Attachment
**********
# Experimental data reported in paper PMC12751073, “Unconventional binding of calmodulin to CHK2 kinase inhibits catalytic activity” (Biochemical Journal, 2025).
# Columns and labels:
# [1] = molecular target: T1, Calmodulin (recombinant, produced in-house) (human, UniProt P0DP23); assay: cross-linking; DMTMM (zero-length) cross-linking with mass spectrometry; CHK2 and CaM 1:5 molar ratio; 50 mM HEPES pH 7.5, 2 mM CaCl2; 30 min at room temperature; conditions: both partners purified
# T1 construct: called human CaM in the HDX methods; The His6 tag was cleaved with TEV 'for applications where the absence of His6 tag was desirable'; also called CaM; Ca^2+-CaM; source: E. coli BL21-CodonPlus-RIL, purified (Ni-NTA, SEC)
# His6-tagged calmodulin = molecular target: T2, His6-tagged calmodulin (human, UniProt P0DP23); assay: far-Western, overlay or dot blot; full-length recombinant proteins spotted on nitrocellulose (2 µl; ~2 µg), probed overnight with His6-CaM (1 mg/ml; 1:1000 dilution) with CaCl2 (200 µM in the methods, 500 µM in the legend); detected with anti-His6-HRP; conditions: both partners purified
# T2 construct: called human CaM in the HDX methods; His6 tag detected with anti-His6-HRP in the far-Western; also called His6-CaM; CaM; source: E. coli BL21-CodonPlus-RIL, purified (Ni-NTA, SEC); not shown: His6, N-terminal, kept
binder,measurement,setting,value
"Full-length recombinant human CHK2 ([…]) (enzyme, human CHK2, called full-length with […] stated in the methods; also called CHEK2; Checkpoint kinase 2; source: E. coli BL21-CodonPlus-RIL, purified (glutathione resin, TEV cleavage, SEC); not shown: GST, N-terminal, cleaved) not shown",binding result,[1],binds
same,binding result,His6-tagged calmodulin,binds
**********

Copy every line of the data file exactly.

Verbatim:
# Experimental data reported in paper PMC12751073, “Unconventional binding of calmodulin to CHK2 kinase inhibits catalytic activity” (Biochemical Journal, 2025).
# Columns and labels:
# [1] = molecular target: T1, Calmodulin (recombinant, produced in-house) (human, UniProt P0DP23); assay: cross-linking; DMTMM (zero-length) cross-linking with mass spectrometry; CHK2 and CaM 1:5 molar ratio; 50 mM HEPES pH 7.5, 2 mM CaCl2; 30 min at room temperature; conditions: both partners purified
# T1 construct: called human CaM in the HDX methods; The His6 tag was cleaved with TEV 'for applications where the absence of His6 tag was desirable'; also called CaM; Ca^2+-CaM; source: E. coli BL21-CodonPlus-RIL, purified (Ni-NTA, SEC)
# His6-tagged calmodulin = molecular target: T2, His6-tagged calmodulin (human, UniProt P0DP23); assay: far-Western, overlay or dot blot; full-length recombinant proteins spotted on nitrocellulose (2 µl; ~2 µg), probed overnight with His6-CaM (1 mg/ml; 1:1000 dilution) with CaCl2 (200 µM in the methods, 500 µM in the legend); detected with anti-His6-HRP; conditions: both partners purified
# T2 construct: called human CaM in the HDX methods; His6 tag detected with anti-His6-HRP in the far-Western; also called His6-CaM; CaM; source: E. coli BL21-CodonPlus-RIL, purified (Ni-NTA, SEC); not shown: His6, N-terminal, kept
binder,measurement,setting,value
"Full-length recombinant human CHK2 ([…]) (enzyme, human CHK2, called full-length with […] stated in the methods; also called CHEK2; Checkpoint kinase 2; source: E. coli BL21-CodonPlus-RIL, purified (glutathione resin, TEV cleavage, SEC); not shown: GST, N-terminal, cleaved) not shown",binding result,[1],binds
same,binding result,His6-tagged calmodulin,binds